twerk is a node.js module that makes sending and receiving messages on a stream a piece of cake.
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README.md

Twerk

twerk is a node.js module that makes sending and receiving messages on a stream a piece of cake.

Installation

$ npm install twerk

Usage

twerk turns an I/O stream into a set of individual messages using a simple framing protocol. It dices a stream into the pieces you actually intended to send them in. It works as an adapter, and the API works as a drop-in "replacement" for net.Stream:

var socket = twerk(stream);

socket.on("connect", function() {
    console.log("I'm connected! Yes!");
});

socket.on("data", function(msg) {
    console.log(data);
});

socket.on("close", function() {
    console.log("Lost my connection! Oh noes!");
});

Protocol

twerk uses a very simple protocol that allows it to quickly determine when it has received a complete message, and where the boundaries of messages are on the stream. At the stream level, twerk looks like this:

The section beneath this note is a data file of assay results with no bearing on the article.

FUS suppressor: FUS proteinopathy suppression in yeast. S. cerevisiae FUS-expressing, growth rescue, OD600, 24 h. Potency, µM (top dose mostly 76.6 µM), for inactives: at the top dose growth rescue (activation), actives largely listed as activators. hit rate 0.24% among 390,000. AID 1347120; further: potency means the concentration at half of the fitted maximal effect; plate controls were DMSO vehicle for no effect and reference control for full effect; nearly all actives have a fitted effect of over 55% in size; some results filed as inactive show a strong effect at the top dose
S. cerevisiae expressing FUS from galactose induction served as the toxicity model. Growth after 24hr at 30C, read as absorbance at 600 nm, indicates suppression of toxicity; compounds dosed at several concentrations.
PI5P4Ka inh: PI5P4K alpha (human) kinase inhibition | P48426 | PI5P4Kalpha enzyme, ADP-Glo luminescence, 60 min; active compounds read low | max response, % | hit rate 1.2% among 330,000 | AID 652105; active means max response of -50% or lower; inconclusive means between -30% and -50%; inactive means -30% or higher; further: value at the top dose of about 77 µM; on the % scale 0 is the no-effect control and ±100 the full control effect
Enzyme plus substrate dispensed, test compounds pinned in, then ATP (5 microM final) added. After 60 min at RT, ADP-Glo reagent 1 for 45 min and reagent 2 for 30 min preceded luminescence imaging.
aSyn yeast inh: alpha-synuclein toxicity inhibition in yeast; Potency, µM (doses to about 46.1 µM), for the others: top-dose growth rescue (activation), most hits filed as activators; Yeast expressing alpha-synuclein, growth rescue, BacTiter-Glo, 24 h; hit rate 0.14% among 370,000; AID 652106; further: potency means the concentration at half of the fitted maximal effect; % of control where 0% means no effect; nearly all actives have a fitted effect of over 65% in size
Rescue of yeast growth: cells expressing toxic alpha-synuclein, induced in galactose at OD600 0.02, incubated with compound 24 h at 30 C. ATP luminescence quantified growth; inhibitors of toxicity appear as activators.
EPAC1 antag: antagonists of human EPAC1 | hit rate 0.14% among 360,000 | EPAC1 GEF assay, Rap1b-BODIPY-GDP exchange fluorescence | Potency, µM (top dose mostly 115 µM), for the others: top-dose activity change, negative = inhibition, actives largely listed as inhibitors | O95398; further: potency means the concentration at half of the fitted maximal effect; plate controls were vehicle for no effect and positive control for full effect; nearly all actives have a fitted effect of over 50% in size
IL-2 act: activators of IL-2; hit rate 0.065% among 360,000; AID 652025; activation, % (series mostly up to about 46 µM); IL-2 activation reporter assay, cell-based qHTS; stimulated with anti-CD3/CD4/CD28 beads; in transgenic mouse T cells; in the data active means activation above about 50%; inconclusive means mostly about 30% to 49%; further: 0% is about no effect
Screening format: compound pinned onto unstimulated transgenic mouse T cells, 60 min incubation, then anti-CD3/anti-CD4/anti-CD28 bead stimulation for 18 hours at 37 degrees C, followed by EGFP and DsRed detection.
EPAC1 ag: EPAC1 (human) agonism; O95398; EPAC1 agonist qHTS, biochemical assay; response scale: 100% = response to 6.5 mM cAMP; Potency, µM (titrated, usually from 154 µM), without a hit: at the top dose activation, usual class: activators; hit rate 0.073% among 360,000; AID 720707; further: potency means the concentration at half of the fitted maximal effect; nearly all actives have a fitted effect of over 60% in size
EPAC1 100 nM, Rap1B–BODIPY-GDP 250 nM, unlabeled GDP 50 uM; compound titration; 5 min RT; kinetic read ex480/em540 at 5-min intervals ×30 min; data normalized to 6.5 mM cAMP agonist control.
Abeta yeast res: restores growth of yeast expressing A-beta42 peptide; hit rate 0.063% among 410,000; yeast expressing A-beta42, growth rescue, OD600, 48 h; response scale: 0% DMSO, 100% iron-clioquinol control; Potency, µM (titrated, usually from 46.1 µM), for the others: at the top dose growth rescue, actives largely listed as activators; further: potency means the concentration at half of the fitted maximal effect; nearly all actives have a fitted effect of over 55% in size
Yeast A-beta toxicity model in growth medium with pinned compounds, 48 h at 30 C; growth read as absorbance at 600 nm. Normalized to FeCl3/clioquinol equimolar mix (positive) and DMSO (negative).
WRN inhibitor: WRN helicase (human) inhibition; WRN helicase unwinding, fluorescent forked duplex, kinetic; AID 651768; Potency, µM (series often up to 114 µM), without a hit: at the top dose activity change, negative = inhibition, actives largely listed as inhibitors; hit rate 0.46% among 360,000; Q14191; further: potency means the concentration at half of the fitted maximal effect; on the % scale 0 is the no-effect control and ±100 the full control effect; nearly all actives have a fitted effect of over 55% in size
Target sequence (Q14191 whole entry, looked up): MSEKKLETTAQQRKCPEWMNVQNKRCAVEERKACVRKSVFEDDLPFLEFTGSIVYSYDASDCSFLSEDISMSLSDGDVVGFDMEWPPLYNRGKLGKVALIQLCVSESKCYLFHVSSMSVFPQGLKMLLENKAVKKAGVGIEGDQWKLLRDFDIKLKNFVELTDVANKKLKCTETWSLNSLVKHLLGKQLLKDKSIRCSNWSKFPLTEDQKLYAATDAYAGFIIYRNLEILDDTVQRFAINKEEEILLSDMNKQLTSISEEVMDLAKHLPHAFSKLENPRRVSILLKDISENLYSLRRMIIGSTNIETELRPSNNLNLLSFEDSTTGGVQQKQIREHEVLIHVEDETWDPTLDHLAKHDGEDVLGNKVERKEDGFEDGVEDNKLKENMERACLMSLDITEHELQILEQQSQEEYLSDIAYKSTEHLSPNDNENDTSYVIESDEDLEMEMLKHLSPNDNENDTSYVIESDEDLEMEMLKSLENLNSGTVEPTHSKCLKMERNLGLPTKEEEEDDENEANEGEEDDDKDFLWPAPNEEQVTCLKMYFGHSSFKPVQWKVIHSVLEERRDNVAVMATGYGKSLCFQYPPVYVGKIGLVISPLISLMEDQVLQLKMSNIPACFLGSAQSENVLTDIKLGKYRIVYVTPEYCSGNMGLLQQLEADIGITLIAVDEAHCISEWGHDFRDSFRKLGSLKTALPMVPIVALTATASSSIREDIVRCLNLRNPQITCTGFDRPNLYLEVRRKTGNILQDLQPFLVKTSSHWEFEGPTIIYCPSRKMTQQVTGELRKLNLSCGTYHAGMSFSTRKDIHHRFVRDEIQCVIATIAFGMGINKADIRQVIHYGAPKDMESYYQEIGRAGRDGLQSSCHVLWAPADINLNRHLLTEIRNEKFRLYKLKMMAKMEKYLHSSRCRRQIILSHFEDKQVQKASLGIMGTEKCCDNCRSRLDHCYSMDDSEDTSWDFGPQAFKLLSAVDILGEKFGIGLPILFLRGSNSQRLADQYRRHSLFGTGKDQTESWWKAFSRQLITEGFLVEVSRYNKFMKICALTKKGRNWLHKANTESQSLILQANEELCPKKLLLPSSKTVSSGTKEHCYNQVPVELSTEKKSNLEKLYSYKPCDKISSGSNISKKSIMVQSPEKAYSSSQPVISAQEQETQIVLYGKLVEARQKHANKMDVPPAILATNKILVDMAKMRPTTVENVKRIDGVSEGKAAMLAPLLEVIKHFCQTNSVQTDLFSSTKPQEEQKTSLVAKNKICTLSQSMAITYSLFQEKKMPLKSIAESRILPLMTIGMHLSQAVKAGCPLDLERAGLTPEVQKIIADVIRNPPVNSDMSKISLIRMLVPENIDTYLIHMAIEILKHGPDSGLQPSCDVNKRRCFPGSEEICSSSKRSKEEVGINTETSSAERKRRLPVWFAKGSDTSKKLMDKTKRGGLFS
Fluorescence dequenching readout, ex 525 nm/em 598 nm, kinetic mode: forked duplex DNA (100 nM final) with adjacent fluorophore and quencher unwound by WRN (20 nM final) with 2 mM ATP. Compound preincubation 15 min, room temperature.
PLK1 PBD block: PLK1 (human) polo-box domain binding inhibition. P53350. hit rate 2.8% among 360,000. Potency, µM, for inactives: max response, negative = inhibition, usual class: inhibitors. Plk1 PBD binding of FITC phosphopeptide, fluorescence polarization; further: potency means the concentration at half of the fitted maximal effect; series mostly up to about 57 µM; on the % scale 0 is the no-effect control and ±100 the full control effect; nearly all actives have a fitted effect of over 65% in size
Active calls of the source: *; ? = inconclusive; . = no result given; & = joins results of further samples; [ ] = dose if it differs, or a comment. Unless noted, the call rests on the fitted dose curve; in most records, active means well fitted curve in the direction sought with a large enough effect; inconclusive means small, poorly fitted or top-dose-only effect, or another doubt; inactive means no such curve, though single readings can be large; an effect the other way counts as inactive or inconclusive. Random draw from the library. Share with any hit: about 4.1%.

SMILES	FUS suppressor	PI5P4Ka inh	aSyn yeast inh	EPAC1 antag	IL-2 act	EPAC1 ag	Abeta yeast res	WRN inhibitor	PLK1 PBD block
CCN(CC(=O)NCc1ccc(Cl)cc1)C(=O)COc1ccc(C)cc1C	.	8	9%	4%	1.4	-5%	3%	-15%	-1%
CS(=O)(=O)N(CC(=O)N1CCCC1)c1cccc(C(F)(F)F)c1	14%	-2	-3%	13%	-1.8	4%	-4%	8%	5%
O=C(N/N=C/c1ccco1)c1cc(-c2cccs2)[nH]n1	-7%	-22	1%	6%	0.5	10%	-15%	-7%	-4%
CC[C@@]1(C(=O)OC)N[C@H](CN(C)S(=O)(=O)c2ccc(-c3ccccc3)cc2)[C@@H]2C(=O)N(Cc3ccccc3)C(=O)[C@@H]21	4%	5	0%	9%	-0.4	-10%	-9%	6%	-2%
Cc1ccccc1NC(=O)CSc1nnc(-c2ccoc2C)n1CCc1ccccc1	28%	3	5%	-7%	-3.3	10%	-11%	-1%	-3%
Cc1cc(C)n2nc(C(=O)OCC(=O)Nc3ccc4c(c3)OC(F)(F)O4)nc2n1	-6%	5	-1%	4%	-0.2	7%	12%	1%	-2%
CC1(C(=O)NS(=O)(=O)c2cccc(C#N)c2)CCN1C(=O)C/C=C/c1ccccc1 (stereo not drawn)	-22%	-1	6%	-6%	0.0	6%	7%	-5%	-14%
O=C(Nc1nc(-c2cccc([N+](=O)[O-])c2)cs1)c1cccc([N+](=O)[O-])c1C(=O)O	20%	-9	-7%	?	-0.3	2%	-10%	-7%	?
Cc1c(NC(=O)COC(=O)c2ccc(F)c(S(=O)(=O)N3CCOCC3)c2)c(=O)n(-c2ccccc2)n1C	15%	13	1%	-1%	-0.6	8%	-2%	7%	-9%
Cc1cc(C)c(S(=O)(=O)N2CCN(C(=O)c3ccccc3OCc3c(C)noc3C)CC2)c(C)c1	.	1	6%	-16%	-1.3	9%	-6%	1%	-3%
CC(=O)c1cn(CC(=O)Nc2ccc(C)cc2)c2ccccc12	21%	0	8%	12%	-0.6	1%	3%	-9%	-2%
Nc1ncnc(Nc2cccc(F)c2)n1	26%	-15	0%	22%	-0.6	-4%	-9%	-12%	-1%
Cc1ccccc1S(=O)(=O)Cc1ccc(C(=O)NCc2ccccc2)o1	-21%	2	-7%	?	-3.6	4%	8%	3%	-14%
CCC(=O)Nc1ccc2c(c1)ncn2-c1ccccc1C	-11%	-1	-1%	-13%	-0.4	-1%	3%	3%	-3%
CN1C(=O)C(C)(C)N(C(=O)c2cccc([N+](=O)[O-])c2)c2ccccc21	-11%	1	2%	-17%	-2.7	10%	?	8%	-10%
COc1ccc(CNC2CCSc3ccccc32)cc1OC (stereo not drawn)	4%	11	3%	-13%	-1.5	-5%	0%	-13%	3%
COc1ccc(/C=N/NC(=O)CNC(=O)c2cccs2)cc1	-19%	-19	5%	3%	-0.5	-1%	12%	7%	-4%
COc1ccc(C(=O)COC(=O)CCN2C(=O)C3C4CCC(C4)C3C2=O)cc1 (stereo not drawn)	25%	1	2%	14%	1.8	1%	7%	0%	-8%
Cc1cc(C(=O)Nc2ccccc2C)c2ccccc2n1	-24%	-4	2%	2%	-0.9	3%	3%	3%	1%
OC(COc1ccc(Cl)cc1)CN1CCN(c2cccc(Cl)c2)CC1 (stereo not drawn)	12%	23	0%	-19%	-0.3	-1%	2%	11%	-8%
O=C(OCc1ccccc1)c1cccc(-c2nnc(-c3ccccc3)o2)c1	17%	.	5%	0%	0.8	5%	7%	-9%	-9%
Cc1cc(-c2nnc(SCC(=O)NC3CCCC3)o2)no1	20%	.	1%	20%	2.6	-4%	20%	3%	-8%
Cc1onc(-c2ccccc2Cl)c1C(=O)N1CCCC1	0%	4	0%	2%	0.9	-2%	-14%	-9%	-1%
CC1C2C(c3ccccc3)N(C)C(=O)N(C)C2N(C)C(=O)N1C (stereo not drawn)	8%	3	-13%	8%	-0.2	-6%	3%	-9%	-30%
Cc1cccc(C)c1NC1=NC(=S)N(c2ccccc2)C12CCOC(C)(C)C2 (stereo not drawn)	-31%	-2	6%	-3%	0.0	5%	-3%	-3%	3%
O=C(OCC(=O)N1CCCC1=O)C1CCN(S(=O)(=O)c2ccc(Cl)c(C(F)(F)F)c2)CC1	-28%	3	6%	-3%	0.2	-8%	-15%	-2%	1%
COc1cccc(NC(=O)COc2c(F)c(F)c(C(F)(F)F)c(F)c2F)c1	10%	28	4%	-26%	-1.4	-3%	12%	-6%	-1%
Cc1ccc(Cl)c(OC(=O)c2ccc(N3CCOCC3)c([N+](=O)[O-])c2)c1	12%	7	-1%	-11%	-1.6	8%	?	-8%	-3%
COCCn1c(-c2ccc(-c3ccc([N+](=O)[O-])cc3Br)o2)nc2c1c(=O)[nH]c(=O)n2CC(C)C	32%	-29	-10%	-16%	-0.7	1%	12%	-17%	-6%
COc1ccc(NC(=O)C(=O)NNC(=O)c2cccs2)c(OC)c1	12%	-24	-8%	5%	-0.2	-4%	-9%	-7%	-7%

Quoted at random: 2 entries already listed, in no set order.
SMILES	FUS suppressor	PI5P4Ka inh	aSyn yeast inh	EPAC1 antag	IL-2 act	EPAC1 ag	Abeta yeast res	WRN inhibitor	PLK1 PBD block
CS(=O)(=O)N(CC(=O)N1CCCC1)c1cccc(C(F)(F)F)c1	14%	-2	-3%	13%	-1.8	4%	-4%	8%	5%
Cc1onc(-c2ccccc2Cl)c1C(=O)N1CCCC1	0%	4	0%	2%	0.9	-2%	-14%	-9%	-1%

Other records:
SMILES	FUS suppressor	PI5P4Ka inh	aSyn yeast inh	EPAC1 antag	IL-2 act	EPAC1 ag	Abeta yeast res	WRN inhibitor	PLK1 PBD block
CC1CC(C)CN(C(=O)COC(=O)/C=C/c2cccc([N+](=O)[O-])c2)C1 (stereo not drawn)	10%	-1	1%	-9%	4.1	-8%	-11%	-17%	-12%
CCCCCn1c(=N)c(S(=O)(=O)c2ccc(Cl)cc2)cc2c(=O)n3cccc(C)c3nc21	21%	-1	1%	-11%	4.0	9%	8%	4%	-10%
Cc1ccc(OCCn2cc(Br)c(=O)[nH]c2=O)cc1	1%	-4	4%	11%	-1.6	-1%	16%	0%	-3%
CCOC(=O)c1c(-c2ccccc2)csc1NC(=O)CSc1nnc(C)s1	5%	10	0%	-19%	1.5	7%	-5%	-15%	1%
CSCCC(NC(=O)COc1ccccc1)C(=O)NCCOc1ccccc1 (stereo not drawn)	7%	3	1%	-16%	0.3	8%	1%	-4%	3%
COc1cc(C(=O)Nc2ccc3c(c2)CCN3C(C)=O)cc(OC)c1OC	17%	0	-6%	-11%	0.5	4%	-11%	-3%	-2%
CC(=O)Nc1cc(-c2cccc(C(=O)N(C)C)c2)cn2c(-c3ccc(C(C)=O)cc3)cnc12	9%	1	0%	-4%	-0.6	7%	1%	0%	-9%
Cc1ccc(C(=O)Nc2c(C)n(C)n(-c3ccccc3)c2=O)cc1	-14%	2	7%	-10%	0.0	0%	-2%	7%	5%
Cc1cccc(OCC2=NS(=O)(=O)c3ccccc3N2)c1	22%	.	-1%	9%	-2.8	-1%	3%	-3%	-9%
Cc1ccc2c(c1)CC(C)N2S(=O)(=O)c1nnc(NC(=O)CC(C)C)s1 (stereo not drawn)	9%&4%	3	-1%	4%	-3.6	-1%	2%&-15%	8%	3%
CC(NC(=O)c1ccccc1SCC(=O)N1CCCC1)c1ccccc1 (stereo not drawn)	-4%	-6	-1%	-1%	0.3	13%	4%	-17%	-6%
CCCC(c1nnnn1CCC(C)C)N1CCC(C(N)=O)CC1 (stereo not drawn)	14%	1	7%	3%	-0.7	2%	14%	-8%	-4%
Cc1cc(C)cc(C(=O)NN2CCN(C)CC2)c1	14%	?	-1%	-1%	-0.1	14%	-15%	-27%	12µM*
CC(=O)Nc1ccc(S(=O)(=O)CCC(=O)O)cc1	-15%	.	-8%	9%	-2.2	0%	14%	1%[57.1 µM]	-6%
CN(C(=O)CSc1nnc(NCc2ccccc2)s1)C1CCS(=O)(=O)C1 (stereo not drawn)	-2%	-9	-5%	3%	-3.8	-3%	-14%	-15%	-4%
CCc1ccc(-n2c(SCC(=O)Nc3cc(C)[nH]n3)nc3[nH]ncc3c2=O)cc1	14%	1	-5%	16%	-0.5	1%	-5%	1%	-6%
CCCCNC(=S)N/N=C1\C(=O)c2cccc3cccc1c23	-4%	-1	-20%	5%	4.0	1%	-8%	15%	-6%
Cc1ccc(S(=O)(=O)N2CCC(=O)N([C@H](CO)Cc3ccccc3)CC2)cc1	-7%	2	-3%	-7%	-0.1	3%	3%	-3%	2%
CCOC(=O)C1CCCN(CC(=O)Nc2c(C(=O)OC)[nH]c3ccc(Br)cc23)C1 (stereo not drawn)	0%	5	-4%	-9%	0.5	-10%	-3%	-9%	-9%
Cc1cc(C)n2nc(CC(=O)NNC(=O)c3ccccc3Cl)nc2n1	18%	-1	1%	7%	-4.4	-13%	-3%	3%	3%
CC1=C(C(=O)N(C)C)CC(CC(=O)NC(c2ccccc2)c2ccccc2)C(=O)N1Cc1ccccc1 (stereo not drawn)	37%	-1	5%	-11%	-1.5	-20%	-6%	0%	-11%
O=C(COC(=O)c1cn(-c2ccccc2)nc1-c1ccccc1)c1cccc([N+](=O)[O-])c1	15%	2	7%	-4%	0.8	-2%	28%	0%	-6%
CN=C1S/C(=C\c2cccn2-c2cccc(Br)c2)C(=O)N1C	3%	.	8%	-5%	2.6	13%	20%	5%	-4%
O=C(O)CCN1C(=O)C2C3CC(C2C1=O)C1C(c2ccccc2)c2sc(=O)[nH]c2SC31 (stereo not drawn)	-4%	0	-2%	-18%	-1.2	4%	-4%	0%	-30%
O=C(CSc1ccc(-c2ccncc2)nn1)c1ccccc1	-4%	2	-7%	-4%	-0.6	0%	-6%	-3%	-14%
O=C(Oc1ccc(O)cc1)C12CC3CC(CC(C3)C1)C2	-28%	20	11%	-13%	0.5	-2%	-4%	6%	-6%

=> "0,"
<= "0,"
=> "5,hello"
<= "7,goodbye"

It's simple: the message length is sent as text followed by a comma, and then the message payload. Heartbeats are encoded as zero-length messages: "0,". When the connection is established, a simple handshake is used: both sides send a heartbeat message. When either side receives the first heartbeat, it's assumed that the other side is ready to receive messages.

API

As stated previous, twerk is just an adapter. It exposes itself as a function, which takes two arguments: the first being a stream, which is required, and the second being an options hash. It returns an object that has the same interface as a stream, but is doing message framing underneath the covers.

 twerk(stream, {
     heartbeatInterval: 5000,   // milliseconds between heartbeat messages
     heartbeatTimeout: 20000    // number of milliseconds to wait for a heartbeat
 });

That's it.

Notes

  • Twerk only supports UTF-8 message encoding right now.
  • This is pretty new code, and while the test coverage is decent, it hasn't been put through enough rigor to be considered "production ready."